The Chateau des Fleurs ran its own hyperbolic ad trumpeting the grand opening of the magnificent and plush building, stating, “Discriminating people who seek a home place that is delightfully different..where every detail of arrangements, appointments, furnishings and service is moulded into a consummate whole of infinite satisfaction and enjoyment.” They also noted all the companies who contributed to its opening, like Meyer-Radon Brothers, John A. Platt Construction Company, furniture from Roy Wertheimer & Co., landscaping by United Nurseries, linens and bedding from Pullman Linen Co., upholstering by Davis Upholstery Co., floor coverings by Thomas L. Leedom Co., draperies by Vermillion’s Drapery Studio, and bedroom, dinette, and living room furniture by the McClellan Manufacturing Co.
By January 25, 1928, the Chateau des Fleurs saw a change in management as they promoted themselves to the public. Their ad read, “Hollywood’s Most Exclusive Apartments – Beautiful Singles and Doubles of French Norman Design – Moderately Priced With Daily Service of Every Description.”
The building featured a large staff for guests over the early years, with many listed in the telephone book. Mrs. Nellie Valentine managed the building in 1929 and 1930, Chester Coldwell ran the hotel in 1934, Mrs. Ethel Brooks managed in 1938, with Mrs. Gretchen Warner managing in 1942. Sami Powers acted as engineer in 1928, with Mrs. Emma Krueger serving as housekeeper in 1929 and 1930. Ilene and Minne Baling served as maids in 1930, with Dorothy Haman acting as telephone operator, O. H. Stenzel as engineer, and L. Weiland Jeide and Donald McIver as clerks.
Celebrities, the affluent, and middle-class residents occupied the building over the years. Cinematographer Karl Freund resided in the building in 1930, per the Journal for the Society of Motion Picture Engineers. Diana Wynward occupied the building in 1932, as did Bramwell Fletcher, who often invited his friends like Ronald Colman to tea, per the Los Angeles Times. Actor Ian Keith somehow accidentally slashed both his wrists while performing a trick with a straight razor for friends on November 25, 1936. Photographer Man Ray lived in the building with Juliet Brower in 1940, per “Man Ray: American Artist.”
Ambitious showgirls and actresses like 1934 WAMPAS Baby Star Mary Wallace. Jean Fursa, and Velma Greschan also lived in the building, trying to impress with the residence as well as their beauty. Some, like music teacher Claude Fleming and Feodor Gontzoff, tenor, offered singing and music lessons out of their apartments. The People’s Opera Company operated out of the building in 1932 as well. The Chateau also advertised to those coming to visit the Olympics in 1932, as well as those coming for the winter from the East. By the late 1940s-early 1950s, many press representatives lived in the building.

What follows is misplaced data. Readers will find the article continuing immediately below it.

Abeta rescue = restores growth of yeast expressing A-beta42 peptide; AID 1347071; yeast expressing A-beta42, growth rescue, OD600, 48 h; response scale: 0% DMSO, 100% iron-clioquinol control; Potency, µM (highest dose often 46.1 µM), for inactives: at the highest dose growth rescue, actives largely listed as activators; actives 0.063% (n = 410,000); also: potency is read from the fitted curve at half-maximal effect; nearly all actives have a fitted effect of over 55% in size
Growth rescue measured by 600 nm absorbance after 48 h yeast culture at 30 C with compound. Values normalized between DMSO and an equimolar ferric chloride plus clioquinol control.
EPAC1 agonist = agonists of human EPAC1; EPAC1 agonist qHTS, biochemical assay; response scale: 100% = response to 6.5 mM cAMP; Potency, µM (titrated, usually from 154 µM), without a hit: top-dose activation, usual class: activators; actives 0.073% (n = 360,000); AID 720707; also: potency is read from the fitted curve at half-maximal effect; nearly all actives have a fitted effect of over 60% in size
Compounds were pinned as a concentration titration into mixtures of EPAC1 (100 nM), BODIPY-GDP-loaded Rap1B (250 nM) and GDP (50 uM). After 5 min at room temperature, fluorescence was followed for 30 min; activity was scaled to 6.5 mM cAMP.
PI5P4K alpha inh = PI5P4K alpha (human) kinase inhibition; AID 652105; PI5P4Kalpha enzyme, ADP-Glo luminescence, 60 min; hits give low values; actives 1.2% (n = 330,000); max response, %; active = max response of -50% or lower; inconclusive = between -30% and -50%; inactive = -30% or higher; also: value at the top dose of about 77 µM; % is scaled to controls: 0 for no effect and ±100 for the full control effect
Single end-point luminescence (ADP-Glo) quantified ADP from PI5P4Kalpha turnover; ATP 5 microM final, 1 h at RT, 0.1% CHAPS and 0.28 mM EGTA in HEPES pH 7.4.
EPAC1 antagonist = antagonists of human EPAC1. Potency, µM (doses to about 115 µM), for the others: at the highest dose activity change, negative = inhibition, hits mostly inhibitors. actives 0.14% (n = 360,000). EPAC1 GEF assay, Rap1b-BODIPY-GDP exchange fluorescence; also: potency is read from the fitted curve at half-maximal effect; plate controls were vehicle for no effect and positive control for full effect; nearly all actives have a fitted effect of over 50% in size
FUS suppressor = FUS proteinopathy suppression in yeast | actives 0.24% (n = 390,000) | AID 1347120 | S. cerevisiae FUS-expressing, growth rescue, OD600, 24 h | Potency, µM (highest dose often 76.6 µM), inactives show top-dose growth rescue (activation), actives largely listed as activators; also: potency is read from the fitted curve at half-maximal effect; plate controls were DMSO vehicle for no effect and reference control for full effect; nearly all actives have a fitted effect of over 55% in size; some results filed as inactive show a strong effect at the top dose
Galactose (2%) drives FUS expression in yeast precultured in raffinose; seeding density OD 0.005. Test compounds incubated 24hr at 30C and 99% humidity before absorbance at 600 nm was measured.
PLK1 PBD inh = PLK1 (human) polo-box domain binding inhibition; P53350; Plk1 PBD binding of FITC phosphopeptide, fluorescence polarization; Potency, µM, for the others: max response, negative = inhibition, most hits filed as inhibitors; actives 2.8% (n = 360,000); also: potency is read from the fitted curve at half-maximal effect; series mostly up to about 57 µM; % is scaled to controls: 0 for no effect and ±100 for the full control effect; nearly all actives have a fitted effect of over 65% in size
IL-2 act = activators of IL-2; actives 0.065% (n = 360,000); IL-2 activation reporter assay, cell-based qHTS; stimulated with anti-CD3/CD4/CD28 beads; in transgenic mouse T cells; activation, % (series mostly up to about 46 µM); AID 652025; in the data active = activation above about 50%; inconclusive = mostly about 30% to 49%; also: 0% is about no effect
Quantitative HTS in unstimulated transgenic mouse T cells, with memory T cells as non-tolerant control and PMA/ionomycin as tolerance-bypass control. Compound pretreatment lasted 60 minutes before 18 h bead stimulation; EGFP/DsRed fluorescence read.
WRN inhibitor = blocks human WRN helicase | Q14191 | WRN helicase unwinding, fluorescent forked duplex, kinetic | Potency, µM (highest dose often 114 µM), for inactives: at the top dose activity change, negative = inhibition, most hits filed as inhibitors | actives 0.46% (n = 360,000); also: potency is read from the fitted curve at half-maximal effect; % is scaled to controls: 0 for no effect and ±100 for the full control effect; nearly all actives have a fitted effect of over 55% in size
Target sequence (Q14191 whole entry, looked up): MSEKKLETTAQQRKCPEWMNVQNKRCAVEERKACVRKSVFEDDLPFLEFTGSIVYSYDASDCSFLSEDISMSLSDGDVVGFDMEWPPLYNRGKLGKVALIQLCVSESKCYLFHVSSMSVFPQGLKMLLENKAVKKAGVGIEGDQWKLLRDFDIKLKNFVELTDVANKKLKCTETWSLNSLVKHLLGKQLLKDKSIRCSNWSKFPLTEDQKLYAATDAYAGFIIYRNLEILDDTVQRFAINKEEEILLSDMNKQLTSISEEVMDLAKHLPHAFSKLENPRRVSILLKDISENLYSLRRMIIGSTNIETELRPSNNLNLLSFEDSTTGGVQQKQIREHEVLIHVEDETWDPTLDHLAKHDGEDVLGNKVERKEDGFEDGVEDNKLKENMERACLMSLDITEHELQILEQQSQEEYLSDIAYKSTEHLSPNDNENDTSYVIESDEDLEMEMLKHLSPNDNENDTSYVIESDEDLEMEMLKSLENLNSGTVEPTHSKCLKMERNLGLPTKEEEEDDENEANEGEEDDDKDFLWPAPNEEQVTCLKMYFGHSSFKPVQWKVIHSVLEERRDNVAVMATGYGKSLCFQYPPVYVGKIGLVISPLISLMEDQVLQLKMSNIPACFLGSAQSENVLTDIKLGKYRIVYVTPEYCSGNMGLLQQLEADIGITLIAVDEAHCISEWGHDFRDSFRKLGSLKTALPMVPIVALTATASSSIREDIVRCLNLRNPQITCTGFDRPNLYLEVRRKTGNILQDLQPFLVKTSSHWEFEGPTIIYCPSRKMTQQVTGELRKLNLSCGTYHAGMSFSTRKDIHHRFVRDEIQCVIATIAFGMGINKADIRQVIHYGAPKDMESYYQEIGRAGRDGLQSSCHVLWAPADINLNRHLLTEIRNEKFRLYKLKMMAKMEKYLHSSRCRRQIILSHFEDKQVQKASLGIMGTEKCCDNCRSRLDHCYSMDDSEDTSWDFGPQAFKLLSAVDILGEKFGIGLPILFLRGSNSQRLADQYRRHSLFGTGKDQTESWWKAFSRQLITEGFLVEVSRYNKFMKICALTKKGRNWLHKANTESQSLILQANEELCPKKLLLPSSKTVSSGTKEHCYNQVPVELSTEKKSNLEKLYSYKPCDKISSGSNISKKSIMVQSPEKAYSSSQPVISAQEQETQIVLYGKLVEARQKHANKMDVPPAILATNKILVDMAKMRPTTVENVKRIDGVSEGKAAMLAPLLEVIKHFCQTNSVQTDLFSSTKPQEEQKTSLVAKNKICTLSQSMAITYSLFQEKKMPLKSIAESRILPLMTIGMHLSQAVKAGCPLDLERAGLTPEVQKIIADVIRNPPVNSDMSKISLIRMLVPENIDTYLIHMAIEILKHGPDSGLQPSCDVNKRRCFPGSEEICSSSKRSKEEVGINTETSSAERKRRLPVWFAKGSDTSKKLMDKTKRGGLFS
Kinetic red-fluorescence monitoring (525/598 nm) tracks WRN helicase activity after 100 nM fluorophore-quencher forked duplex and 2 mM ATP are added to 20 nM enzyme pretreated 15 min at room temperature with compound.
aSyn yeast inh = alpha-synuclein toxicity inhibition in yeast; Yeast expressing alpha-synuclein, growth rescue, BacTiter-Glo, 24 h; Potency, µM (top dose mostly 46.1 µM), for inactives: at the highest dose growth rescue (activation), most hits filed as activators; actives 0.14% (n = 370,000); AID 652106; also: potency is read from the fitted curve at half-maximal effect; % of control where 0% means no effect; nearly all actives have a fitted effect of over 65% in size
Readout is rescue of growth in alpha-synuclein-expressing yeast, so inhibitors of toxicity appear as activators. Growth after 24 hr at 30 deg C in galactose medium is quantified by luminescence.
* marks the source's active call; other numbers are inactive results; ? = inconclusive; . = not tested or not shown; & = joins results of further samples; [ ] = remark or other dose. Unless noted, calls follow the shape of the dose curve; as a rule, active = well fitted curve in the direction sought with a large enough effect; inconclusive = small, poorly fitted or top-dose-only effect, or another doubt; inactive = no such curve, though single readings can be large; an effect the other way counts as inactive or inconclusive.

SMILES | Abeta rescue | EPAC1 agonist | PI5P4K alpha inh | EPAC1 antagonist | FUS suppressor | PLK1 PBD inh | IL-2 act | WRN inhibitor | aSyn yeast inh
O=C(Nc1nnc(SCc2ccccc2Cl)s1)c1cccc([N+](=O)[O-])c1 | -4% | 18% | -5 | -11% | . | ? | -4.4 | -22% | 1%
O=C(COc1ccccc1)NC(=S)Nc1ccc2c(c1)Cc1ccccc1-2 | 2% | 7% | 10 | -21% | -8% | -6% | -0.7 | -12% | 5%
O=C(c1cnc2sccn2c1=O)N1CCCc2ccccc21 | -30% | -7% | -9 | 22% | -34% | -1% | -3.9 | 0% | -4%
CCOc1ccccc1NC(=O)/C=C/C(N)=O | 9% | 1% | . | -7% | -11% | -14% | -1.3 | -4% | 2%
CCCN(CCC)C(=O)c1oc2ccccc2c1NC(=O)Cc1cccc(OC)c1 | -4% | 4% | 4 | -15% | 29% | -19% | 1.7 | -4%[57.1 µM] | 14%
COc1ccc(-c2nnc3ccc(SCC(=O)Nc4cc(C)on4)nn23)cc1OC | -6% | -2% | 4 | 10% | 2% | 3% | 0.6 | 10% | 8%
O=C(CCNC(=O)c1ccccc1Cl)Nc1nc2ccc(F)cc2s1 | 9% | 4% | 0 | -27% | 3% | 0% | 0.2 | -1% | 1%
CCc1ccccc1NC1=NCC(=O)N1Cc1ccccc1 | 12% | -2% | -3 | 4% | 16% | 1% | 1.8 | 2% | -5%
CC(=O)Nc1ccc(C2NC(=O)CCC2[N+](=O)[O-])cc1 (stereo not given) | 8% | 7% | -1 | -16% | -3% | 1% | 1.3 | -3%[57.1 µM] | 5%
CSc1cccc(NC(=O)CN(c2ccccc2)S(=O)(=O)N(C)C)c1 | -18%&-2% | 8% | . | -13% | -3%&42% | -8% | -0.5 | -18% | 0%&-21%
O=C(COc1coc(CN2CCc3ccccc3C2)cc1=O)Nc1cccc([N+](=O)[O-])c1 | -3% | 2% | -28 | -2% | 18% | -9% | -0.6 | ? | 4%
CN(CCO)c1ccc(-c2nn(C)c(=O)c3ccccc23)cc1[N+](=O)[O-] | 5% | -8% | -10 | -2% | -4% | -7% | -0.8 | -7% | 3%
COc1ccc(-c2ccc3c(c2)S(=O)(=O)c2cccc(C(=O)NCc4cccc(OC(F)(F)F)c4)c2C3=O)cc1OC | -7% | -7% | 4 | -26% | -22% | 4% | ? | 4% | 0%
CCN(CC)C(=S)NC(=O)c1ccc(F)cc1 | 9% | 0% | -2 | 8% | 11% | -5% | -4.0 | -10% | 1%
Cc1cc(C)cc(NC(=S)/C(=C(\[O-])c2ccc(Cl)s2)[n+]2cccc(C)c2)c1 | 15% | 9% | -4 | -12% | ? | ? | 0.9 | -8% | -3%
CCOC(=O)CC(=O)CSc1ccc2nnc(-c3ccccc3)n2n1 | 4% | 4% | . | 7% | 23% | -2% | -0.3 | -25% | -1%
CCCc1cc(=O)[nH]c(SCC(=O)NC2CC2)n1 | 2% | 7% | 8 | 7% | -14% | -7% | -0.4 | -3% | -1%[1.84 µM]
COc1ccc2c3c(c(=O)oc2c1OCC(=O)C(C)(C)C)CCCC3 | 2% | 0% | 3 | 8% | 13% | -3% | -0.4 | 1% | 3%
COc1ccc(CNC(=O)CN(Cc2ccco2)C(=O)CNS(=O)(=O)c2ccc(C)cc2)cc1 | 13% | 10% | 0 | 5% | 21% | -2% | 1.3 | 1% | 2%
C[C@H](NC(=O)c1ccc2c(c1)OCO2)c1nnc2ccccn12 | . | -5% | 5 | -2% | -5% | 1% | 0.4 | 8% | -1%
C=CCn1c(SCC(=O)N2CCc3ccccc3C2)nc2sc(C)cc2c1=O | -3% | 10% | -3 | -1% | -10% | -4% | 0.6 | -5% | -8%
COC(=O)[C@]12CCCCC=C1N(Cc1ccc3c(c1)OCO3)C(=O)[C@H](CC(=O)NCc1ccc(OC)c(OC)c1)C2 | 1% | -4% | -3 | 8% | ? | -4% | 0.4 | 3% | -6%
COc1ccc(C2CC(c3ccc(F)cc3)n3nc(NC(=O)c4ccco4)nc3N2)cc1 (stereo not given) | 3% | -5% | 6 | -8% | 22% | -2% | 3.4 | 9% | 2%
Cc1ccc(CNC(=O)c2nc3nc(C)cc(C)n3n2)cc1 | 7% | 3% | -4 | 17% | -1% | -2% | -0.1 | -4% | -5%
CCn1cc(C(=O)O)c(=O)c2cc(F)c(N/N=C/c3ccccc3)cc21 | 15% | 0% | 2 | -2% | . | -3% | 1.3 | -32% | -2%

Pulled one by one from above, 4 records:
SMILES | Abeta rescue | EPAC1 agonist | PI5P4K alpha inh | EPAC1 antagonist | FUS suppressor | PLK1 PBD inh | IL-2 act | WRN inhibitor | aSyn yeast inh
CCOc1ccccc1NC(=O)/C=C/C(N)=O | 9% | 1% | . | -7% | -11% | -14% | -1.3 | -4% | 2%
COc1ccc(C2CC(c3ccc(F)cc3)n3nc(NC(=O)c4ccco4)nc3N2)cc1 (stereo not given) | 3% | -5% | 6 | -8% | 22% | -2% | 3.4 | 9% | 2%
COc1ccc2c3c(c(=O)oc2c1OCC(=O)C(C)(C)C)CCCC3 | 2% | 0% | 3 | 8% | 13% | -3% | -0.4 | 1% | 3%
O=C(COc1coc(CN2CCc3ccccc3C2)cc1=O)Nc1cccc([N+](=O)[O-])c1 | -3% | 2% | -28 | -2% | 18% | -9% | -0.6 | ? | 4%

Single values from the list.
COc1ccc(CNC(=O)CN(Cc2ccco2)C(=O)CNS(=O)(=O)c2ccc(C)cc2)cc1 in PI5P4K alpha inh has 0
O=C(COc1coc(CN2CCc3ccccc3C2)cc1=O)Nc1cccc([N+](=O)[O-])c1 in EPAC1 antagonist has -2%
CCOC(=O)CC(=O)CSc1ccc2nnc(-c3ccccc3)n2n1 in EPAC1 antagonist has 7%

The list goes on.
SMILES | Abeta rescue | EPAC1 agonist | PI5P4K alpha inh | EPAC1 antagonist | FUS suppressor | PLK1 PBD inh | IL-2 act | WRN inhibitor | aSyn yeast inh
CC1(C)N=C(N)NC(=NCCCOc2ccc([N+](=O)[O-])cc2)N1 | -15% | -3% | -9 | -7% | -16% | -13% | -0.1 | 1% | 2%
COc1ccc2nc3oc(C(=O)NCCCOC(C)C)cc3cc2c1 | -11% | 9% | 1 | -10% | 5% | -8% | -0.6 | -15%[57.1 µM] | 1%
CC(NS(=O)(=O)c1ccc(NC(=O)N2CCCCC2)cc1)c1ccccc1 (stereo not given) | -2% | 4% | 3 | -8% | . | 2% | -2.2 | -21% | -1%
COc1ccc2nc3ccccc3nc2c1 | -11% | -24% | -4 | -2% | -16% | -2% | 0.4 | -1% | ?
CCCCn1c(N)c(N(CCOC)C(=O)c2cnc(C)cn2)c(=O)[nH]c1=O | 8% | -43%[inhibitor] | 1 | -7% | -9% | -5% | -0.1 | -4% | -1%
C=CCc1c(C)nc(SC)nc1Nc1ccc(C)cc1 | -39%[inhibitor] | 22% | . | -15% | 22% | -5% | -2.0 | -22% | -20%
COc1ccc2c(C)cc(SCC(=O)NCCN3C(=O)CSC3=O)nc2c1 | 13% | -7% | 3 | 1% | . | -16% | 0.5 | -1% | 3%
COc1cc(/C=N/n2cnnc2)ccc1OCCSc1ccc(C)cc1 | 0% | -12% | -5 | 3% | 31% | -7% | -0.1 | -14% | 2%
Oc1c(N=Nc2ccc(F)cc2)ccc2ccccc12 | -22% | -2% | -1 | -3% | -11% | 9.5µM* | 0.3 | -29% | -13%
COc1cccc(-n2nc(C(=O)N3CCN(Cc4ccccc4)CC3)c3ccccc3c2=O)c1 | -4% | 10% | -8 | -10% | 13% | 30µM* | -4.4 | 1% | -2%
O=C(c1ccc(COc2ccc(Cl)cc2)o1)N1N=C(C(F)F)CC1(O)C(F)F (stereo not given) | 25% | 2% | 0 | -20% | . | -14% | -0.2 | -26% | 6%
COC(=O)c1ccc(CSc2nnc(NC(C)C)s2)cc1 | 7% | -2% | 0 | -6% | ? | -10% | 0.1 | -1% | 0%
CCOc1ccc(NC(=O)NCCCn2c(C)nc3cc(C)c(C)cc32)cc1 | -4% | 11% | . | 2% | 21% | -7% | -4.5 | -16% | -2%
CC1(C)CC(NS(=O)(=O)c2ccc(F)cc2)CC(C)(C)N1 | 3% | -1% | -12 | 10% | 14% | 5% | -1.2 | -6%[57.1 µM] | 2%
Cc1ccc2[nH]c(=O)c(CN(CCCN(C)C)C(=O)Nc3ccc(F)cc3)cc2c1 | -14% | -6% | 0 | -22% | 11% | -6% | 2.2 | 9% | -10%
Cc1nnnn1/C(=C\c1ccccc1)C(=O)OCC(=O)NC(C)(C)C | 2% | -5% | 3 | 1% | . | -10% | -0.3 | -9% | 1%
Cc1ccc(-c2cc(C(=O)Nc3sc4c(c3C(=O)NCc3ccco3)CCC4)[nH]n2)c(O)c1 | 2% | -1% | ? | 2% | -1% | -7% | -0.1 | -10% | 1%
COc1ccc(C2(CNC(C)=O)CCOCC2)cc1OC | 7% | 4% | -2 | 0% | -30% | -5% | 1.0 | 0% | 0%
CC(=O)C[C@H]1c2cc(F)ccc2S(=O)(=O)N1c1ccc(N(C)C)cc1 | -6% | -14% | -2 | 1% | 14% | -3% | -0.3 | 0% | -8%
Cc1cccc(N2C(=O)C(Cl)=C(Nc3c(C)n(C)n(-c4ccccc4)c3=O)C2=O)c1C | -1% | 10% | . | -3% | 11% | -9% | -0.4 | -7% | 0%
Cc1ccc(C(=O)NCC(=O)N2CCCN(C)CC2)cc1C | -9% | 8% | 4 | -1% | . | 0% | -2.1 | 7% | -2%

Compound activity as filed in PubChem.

An ad for Chateau des Fleurs in The Times, Sept. 24, 1927.
There were a few instances of notoriety at the Chateau des Fleurs. In 1931, resident and Hotel officer R. B. McConogue attempted to practice what Tom Lehrer preached in the song, “Poisoning Pigeons in the Park,” when he applied to the Police Commission for a permit to do just that, per the September 2, 1931, Los Angeles Times. The Commission turned him down flat. Mrs. Ruth Levi, visiting the building from New York in 1946, climbed out of her bathroom window and jumped down a ventilation shaft to her death on August 19, 1946.
Ownership flipped over the years, and management attempted to keep up with changing interests, times, and tastes. On October 15, 1939, the Los Angeles Times reported that the J. E. Benton Management Company had been employed by Deposited Bonds and Shares Corp. to operate the Chateau Des Fleurs, along with other luxurious hotels in its portfolio like the Ambassador Hotel, The Gaylord, and the Park-Wilshire.
A 1942 ad listed singles for $60 and doubles for $75, calling the Chateau Des Fleurs a luxuriously furnished abode, noting the building featured spacious rooms, all outside exposure, beautiful gardens and patio, modern roof gardens, and switchboard as amenities.
As Hollywood changed over the next several decades, so did the building and its clientele. The building was not as immaculately maintained as it had been in previous years, beginning to acquire a somewhat aged dowager look. While some still worked in entertainment, most were just regular middle class people. Newer, more hip buildings arose around it.
A 1978 ad for the building lists singles at $235 and one bedrooms at $275 plus utilities, calling the Chateau “an old classic building.” By April, the estate of Victor Nichols sold the building at auction in probate court to A. P. Lopez for $1.3 million, with the building now containing 16 singles, 23 one bedrooms, and one large bedroom plus den for the owners unit. A problem for more contemporary audiences , the story reported the building contained only 21 parking spots.
The Chateau des Fleurs still stands at 6626 Franklin Avenue, a proud, gorgeous grand dame awaiting a refurbishing to return it to its glory days of the 1920s and 1930s.